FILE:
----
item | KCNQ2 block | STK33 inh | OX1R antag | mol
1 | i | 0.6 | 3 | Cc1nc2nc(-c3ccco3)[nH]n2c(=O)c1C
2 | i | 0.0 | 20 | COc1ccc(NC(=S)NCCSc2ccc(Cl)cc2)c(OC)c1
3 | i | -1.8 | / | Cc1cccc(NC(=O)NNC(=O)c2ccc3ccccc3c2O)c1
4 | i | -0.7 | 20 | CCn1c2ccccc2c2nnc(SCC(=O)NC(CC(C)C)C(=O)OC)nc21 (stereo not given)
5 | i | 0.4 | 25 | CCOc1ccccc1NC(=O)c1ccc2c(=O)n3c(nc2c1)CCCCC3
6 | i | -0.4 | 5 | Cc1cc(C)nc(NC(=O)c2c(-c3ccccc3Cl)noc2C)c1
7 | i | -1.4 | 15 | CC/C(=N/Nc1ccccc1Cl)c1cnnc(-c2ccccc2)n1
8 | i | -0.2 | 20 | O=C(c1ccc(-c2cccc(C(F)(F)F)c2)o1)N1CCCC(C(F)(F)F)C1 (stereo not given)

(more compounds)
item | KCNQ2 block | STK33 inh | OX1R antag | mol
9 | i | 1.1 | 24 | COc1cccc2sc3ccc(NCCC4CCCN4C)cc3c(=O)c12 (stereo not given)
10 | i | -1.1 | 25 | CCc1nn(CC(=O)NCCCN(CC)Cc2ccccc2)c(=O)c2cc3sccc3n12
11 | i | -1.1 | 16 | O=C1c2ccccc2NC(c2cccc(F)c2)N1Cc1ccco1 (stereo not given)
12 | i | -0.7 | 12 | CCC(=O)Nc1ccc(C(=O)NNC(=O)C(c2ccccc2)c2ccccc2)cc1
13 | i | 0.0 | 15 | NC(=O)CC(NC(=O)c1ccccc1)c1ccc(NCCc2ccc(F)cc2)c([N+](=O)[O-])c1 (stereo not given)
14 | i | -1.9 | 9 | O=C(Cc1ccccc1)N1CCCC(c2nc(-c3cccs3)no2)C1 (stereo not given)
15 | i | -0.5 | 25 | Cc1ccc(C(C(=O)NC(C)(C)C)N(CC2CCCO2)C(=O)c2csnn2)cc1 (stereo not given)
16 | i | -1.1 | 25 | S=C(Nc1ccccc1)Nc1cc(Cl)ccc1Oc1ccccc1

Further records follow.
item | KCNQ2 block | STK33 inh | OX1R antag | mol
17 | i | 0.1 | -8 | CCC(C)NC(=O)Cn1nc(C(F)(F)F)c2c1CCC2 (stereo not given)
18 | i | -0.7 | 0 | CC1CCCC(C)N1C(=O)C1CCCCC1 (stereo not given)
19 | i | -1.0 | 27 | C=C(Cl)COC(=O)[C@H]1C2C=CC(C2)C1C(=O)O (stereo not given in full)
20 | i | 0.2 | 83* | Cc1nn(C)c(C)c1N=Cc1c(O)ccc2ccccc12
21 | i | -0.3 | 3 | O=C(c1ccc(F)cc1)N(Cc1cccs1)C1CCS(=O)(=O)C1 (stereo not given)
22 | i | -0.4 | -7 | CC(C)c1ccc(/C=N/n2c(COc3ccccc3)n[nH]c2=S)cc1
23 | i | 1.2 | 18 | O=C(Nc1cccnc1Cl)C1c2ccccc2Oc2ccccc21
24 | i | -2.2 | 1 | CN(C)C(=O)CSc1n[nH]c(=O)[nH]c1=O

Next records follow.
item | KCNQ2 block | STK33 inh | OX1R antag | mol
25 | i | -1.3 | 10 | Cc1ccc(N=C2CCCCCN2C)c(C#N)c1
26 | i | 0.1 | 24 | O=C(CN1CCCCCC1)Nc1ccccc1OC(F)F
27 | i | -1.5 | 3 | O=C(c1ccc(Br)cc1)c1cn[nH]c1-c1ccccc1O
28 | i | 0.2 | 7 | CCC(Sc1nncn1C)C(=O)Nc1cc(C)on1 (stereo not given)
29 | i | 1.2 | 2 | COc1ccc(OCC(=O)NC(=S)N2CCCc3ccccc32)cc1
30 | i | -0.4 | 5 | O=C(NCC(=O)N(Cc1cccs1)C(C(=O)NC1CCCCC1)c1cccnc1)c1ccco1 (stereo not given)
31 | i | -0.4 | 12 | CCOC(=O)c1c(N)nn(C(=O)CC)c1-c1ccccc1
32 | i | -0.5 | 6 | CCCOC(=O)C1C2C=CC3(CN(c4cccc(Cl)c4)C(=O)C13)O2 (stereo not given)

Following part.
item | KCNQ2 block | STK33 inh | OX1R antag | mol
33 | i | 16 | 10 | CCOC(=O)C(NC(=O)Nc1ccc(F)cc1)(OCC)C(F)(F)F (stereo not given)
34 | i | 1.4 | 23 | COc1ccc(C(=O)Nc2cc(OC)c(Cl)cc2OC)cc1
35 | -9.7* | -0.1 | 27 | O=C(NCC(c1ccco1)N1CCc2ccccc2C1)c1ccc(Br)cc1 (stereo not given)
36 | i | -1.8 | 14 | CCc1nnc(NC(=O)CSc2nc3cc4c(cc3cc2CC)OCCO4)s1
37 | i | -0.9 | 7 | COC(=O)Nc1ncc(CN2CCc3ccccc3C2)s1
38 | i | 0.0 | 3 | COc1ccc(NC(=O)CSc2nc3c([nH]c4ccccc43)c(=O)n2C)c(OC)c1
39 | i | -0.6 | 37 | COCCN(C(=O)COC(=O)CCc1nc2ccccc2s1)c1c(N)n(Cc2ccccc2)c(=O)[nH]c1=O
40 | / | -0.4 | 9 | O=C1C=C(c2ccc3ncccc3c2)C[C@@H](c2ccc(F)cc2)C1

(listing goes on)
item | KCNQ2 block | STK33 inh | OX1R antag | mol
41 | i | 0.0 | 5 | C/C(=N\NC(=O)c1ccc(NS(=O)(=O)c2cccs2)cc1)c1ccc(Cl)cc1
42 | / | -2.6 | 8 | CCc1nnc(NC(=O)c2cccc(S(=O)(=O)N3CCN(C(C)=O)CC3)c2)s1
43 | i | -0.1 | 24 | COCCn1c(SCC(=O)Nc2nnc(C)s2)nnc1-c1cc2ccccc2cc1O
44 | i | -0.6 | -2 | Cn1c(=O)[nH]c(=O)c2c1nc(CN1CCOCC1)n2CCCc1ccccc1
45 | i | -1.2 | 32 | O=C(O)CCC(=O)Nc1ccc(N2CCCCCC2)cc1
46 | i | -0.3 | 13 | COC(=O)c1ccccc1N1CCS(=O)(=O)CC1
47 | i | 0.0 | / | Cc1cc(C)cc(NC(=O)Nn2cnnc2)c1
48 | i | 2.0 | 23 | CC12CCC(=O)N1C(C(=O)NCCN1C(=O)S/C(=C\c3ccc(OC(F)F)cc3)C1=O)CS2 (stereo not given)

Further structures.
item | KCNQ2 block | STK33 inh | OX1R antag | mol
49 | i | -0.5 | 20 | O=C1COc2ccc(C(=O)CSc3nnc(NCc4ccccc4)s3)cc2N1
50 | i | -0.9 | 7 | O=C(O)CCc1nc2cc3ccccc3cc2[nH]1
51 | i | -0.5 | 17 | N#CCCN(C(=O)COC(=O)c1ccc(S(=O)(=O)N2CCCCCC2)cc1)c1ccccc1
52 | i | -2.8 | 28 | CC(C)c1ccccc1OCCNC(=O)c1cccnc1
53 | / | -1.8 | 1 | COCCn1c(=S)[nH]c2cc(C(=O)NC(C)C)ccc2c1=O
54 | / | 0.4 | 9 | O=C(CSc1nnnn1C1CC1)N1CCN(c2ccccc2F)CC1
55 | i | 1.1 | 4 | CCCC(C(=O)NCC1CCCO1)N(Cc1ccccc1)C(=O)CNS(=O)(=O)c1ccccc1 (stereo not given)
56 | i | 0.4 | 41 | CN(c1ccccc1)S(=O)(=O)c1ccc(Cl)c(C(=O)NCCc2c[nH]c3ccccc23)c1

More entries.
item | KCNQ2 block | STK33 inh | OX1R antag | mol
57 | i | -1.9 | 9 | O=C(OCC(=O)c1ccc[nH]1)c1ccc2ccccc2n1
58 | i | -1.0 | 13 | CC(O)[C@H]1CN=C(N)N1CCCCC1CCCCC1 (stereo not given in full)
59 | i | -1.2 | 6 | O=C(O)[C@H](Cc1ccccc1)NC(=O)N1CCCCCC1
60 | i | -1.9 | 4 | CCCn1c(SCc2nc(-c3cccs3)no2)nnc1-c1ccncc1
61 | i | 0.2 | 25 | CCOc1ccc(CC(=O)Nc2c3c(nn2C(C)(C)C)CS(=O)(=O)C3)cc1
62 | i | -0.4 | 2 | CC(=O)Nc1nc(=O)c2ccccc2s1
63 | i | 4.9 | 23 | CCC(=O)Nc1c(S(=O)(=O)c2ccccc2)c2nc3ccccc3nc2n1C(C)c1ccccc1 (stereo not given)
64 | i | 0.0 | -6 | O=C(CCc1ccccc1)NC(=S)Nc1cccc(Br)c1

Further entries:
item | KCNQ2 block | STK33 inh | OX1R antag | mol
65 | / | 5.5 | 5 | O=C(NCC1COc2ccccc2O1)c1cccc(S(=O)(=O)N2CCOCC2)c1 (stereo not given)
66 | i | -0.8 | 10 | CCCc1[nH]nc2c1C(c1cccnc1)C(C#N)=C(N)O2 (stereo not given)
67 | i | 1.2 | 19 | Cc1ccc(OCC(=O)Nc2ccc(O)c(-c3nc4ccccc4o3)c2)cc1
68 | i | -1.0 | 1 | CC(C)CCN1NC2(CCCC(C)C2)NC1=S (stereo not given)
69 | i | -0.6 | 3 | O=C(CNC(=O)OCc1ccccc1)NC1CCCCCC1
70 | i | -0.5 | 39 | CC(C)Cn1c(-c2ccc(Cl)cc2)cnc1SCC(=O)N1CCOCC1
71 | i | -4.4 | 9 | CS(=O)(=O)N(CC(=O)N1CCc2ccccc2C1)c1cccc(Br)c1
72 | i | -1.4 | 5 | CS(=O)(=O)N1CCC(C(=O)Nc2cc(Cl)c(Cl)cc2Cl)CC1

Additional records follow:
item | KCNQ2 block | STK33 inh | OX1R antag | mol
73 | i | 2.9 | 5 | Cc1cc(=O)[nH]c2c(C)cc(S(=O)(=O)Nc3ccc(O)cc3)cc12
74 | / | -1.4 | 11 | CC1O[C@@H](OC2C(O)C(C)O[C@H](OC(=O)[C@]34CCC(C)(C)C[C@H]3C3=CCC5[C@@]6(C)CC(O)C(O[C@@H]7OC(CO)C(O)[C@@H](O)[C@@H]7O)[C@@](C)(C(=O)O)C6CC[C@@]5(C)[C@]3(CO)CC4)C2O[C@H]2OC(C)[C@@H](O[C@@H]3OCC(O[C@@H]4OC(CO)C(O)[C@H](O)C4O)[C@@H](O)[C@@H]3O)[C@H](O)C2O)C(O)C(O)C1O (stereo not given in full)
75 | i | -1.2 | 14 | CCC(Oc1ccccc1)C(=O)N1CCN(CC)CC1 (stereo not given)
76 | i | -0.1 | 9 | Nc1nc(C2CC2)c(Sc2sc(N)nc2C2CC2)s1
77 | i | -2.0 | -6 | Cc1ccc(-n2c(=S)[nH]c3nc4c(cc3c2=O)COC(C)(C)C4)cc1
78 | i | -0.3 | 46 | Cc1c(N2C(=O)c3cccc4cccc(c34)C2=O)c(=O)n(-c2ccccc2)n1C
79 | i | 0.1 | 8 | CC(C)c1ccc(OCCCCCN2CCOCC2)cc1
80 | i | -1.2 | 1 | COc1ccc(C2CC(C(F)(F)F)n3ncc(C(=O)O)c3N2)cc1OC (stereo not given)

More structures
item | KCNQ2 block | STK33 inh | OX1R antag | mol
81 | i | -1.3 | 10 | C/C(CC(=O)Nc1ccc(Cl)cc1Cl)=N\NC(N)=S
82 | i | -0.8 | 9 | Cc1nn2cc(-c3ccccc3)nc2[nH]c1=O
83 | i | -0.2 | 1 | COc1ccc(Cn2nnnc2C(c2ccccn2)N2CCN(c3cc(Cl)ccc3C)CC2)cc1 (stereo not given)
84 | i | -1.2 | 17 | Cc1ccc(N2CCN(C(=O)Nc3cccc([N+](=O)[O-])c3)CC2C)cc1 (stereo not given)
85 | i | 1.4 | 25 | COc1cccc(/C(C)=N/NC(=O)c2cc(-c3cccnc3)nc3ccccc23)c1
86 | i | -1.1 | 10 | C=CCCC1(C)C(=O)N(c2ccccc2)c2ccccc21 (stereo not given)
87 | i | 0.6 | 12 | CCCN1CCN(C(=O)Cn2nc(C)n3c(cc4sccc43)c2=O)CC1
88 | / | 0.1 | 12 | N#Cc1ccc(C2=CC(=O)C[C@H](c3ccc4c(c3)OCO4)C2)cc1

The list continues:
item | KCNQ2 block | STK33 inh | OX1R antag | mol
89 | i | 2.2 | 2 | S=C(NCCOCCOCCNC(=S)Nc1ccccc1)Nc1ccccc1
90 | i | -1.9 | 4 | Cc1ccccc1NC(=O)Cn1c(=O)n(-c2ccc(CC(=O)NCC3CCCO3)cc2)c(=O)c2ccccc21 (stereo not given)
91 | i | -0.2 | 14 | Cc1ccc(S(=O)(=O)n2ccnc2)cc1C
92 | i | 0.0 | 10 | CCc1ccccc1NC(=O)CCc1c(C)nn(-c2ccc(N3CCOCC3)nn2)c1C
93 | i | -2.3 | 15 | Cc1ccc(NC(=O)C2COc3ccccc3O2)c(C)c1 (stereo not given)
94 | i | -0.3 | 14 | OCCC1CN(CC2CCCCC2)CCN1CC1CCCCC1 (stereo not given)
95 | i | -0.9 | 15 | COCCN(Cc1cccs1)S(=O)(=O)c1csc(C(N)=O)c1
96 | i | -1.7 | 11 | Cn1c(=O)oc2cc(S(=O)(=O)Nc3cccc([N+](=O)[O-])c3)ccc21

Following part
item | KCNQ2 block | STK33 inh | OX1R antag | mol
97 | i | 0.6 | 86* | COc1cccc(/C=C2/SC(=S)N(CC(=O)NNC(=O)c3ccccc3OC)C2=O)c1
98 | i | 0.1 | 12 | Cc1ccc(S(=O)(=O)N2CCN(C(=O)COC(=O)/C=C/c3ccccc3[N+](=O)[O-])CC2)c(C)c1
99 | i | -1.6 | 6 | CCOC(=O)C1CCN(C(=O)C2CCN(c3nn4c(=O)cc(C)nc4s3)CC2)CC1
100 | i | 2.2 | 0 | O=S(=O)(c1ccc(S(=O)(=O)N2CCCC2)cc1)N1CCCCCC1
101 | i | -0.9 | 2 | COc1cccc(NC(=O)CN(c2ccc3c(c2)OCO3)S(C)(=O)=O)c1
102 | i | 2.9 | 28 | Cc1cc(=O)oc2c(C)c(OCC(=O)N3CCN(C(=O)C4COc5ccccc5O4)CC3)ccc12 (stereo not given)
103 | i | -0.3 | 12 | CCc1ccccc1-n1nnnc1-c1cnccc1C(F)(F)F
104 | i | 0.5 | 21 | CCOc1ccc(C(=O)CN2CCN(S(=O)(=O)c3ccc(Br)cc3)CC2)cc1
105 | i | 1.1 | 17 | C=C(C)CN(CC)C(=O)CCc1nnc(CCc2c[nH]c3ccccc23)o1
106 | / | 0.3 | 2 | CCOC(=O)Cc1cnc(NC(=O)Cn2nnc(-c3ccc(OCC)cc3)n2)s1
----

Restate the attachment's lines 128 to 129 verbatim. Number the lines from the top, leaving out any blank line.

103 | i | -0.3 | 12 | CCc1ccccc1-n1nnnc1-c1cnccc1C(F)(F)F
104 | i | 0.5 | 21 | CCOc1ccc(C(=O)CN2CCN(S(=O)(=O)c3ccc(Br)cc3)CC2)cc1